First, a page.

Edward Nardell, MD.

Dr. Nardell, Professor of Medicine, Harvard Medical School, and Associate Physician in the Division of Global Health Equity at Brigham and Women’s Hospital (BWH), is a pulmonologist with a special interest in tuberculosis.  He trained in pulmonary medicine at Massachusetts General Hospital with additional research training at Boston University School of Medicine.  While at Boston City Hospital, Dr. Nardell became director of tuberculosis control for the City of Boston. In the early 1980’s, Dr Nardell was also appointed medical director of tuberculosis control for the Massachusetts Department of Public Health, a position he held for 18 years.  In 1981 he became chief of pulmonary medicine and director of tuberculosis control for the city of Cambridge, positions he held until 2005.

While at Cambridge Hospital, Dr. Nardell hired a medical student by the name of Paul Farmer as a Creole-speaking outreach worker for the TB program.  Although informally involved with Dr. Farmers’ NGO, Partners In Health (PIH) since its inception, in 2002 he officially joined PIH with a focus on TB research. In 2005 he left Cambridge Hospital to assume his full-time research position in the Division of Global Health Equity at BWH. He has additional academic appointments in the HMS Department of Global Health and Social Medicine, and also at Harvard School of Public Health.  His research interests include the control of multidrug resistant tuberculosis (MDR-TB) in Peru, Russia, and other high-burden countries, with a special research interest in airborne TB transmission and control.

Dylan Tierney, MD, MPH.

Dr. Tierney is anAssociate Physician in the Division of Global Health Equity at Brigham and Women’s Hospital and a tuberculosis specialist at Partners In Health. He additionally serves as a clinician with the Division of Infectious Disease at Brigham and Women’s Hospital. Dr. Tierney earned his medical degree from Virginia Commonwealth University and a Masters in Public Health degree from the University of California, Berkeley. He completed internal medicine residency and infectious disease fellowship training at Massachusetts General Hospital.

Dr. Tierney’s research focuses on improving the diagnosis and management of tuberculosis (TB) in resource-limited settings.  He has developed a specific interest in the use of rapid TB diagnosis and initiation of effective treatment as a form of infection control. This approach, known as FAST (Find cases Actively, Separate temporarily and Treat effectively) is currently being implemented at a large general hospital in Lima, Peru.  As a co-investigator in the study, Dr. Tierney will evaluate the impact of FAST on time to TB diagnosis and treatment in patients with unsuspected pulmonary TB and whether this intervention reduces transmission of tuberculosis infection to healthcare workers.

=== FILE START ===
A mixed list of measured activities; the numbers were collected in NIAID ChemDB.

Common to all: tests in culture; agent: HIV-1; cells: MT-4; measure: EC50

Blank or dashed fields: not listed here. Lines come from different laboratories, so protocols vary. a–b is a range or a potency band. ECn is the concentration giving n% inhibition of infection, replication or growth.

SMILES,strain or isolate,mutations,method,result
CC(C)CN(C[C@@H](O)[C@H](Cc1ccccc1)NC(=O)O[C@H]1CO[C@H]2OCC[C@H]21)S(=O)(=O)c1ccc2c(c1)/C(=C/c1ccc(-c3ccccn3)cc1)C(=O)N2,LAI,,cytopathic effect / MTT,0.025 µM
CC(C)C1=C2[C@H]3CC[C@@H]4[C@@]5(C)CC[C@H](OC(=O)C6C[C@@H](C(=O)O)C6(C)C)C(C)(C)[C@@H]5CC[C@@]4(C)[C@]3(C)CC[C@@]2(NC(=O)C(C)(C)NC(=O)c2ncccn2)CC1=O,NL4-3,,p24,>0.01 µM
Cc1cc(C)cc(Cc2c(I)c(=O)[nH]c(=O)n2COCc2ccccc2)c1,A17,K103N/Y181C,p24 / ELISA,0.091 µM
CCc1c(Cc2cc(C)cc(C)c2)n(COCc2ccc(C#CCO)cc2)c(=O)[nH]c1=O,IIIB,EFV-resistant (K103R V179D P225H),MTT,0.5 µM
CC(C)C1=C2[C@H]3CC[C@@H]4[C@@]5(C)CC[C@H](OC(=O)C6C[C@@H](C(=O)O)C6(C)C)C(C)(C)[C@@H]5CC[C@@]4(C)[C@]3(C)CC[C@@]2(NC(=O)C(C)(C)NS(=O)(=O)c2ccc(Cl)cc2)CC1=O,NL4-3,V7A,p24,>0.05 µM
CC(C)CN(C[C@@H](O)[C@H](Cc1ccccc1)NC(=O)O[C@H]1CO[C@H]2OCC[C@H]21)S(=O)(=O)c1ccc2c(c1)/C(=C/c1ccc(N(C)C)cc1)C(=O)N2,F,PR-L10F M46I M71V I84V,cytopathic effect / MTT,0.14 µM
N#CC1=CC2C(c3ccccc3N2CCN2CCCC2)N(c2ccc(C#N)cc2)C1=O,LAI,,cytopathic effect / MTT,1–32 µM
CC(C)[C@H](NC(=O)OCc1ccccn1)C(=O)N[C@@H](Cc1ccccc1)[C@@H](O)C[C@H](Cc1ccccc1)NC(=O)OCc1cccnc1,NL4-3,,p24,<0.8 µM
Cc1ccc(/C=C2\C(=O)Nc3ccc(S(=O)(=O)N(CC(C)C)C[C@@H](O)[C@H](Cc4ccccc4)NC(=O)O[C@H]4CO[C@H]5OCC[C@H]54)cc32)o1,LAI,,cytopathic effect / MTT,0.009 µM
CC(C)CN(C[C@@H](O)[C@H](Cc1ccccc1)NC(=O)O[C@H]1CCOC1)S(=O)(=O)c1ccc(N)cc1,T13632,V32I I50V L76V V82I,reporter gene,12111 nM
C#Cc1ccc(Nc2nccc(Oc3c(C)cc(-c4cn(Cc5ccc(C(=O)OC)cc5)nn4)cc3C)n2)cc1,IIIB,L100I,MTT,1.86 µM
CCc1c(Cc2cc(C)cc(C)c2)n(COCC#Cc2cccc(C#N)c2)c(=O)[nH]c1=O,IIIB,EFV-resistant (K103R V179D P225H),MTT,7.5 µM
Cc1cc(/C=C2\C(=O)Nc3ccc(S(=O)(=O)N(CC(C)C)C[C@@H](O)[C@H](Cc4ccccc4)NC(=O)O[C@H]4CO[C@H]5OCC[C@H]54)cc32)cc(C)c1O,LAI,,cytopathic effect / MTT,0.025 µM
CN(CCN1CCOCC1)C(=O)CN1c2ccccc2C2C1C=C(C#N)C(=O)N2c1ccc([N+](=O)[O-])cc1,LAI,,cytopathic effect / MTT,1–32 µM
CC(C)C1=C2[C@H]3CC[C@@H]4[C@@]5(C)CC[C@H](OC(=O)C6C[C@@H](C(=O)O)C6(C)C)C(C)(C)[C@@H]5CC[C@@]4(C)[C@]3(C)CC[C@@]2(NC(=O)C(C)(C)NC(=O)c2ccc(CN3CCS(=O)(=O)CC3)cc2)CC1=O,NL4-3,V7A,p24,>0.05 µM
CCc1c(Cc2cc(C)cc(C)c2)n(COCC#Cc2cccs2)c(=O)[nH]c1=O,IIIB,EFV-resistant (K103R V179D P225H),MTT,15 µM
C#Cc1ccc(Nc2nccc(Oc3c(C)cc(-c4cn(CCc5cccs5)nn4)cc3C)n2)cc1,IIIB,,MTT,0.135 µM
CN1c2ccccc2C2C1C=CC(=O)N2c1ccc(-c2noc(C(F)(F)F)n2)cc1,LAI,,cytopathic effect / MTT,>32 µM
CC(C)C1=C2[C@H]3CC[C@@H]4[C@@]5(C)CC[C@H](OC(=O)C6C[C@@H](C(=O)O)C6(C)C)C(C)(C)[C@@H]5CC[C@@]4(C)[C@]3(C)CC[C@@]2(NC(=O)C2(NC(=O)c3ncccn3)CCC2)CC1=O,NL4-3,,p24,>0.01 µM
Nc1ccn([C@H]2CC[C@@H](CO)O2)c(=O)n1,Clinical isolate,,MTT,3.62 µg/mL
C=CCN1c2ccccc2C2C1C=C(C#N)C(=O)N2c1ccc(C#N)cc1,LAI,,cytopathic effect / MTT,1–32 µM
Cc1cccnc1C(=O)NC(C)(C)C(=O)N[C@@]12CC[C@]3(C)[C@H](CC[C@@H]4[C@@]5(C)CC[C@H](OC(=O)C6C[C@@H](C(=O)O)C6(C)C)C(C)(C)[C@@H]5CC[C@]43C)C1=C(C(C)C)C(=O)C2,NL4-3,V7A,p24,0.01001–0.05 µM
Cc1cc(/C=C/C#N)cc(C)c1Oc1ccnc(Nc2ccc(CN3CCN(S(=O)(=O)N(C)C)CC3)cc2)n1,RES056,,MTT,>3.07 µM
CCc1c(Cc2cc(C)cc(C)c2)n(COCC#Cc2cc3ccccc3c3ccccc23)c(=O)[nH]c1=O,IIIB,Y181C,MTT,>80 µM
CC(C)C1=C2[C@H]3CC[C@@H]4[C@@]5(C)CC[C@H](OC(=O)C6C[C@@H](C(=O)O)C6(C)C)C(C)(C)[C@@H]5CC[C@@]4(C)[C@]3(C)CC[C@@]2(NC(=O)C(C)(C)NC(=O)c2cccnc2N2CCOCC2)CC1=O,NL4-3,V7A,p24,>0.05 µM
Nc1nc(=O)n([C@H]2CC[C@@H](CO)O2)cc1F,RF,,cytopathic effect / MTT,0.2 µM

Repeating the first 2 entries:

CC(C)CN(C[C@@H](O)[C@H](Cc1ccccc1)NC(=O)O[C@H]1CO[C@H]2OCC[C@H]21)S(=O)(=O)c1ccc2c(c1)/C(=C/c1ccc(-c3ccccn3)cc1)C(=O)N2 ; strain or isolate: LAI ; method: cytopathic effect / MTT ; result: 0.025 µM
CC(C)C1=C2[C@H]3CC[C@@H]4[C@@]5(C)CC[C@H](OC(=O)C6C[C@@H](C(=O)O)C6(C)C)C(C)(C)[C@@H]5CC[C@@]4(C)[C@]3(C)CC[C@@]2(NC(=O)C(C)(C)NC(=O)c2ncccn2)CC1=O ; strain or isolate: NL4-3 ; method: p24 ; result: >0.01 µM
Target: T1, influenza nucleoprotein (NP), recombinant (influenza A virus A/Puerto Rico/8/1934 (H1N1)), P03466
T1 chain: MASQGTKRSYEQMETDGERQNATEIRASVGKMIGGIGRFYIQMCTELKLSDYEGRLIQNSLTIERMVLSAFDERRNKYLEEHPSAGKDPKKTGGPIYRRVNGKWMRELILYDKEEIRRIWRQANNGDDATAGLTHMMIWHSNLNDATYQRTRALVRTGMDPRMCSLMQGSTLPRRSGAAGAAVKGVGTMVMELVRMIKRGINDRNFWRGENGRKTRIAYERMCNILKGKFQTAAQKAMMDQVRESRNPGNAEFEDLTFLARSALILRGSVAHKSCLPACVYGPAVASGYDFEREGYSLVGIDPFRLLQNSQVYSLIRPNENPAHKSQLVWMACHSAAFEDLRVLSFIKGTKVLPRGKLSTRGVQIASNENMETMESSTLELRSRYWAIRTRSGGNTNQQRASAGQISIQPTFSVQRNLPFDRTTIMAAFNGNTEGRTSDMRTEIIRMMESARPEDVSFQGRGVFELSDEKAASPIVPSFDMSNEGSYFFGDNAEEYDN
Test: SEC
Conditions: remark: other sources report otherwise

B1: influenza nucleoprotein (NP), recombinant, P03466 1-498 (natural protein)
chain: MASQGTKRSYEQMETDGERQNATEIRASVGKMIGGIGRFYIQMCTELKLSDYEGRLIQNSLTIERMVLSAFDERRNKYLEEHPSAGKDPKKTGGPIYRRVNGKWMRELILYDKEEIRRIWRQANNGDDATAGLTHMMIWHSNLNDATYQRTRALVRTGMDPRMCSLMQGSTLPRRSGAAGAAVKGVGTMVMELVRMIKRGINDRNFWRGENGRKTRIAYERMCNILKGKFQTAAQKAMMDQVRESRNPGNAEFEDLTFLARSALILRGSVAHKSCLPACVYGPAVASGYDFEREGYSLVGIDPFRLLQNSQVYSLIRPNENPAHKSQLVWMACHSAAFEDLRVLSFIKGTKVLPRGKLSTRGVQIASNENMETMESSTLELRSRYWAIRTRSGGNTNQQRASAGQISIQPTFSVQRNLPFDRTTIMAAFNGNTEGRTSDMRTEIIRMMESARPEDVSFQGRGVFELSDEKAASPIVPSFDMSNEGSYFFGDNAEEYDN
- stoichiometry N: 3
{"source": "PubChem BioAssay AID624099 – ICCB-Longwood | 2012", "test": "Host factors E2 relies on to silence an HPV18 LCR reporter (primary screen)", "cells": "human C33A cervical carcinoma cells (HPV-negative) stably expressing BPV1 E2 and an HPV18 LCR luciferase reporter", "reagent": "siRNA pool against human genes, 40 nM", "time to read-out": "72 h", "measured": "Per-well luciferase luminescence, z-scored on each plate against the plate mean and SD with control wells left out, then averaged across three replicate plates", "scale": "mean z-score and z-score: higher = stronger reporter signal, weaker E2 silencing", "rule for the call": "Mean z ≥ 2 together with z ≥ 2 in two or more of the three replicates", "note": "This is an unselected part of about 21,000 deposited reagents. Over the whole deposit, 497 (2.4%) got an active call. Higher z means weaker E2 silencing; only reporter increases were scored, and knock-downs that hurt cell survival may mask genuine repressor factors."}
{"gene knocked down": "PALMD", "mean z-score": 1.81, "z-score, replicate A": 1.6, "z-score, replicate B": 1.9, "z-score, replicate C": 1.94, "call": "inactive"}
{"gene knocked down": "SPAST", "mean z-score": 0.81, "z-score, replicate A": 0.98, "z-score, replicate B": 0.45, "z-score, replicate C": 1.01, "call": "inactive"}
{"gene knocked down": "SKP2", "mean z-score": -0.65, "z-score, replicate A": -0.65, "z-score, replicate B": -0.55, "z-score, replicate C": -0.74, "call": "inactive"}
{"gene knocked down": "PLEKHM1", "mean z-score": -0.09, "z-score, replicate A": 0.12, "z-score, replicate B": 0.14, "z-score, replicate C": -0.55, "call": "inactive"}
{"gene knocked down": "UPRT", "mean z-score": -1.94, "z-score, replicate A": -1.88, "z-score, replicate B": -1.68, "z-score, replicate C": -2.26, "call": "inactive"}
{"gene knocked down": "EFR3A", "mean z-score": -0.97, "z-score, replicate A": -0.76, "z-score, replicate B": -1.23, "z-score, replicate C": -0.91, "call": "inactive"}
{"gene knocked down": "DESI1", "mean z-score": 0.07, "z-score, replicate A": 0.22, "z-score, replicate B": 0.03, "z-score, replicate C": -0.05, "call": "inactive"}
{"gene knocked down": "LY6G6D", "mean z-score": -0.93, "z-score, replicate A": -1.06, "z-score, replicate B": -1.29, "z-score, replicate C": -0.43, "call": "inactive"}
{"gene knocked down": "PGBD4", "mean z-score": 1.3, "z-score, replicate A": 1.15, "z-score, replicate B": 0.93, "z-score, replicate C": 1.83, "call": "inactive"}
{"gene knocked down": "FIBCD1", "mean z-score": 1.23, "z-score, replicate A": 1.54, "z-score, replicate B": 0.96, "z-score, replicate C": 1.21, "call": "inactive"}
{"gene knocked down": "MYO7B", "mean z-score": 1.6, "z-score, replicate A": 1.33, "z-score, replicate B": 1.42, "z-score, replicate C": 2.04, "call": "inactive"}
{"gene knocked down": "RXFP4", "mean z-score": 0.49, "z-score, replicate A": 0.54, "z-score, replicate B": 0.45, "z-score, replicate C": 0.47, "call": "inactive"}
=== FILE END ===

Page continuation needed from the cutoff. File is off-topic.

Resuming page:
Ruvandhi Nathavitharana, MBBS, MPH.

Dr. Nathavitharana is a Research Fellow in Infectious Diseases at Beth Israel Deaconess Medical Center (BIDMC).  Her research interests center around optimizing strategies to decrease tuberculosis (TB) transmission using active case finding, early isolation and appropriate treatment initiation, and improving the clinical effectiveness of new diagnostic tests in the field.   Dr. Nathavitharana’s past work in Peru and KwaZulu Natal have given her first hand knowledge of the lack of adequate TB infection control practices and diagnostic challenges resulting in late presentation and worse outcomes in a resource-limited setting.   As an Infectious Diseases fellow at BIDMC, she is currently working on projects evaluating the prevalence and risk factors of complex TB infections in a Peruvian cohort of pulmonary TB patients, a non-inferiority analysis comparing several new rapid TB line probe assays (LPAs) and a systematic review evaluating the diagnostic accuracy of LPAs which provided evidence for a WHO expert meeting on molecular diagnostics.  Dr. Nathavitharana has published editorials on diagnostics for extra-pulmonary TB and on the comparison between TB and other emerging diseases such as Ebola. 

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Philip Lederer, MD

Dr. Lederer is an infectious diseases physician at Massachusetts General Hospital (MGH) and Brigham and Women’s Hospital (BWH).  His career has focused on clinical care, medical education, and research in the field of global public health and infectious diseases, particularly HIV and tuberculosis (TB).  As an Epidemic Intelligence Service (EIS) Officer at the Centers for Disease Control and Prevention (CDC), he worked in Sub-Saharan Africa, focused on HIV/TB co-infection and reducing transmission of TB in low-resource settings.  His research involves TB control in resource-limited conditions with a focus on drug-resistant TB, airborne transmission, and control in hospitals. Dr. Lederer’s work is aimed at evaluating novel approaches to hospital-based TB infection control, for example the efficacy of upper room germicidal ultraviolet fixtures.  

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Barbara Foot, MS

Ms. Foot provides overall management for the team’s projects.  A French major in college with an interest in global health, she completed her MS in Maternal and Child Health at the Harvard School of Public Health.    Following that, she was based in Washington DC working on evaluations of large scale public health programs for underserved women and children.  Barbara manages all aspects of the team’s grants and coordination with global partners.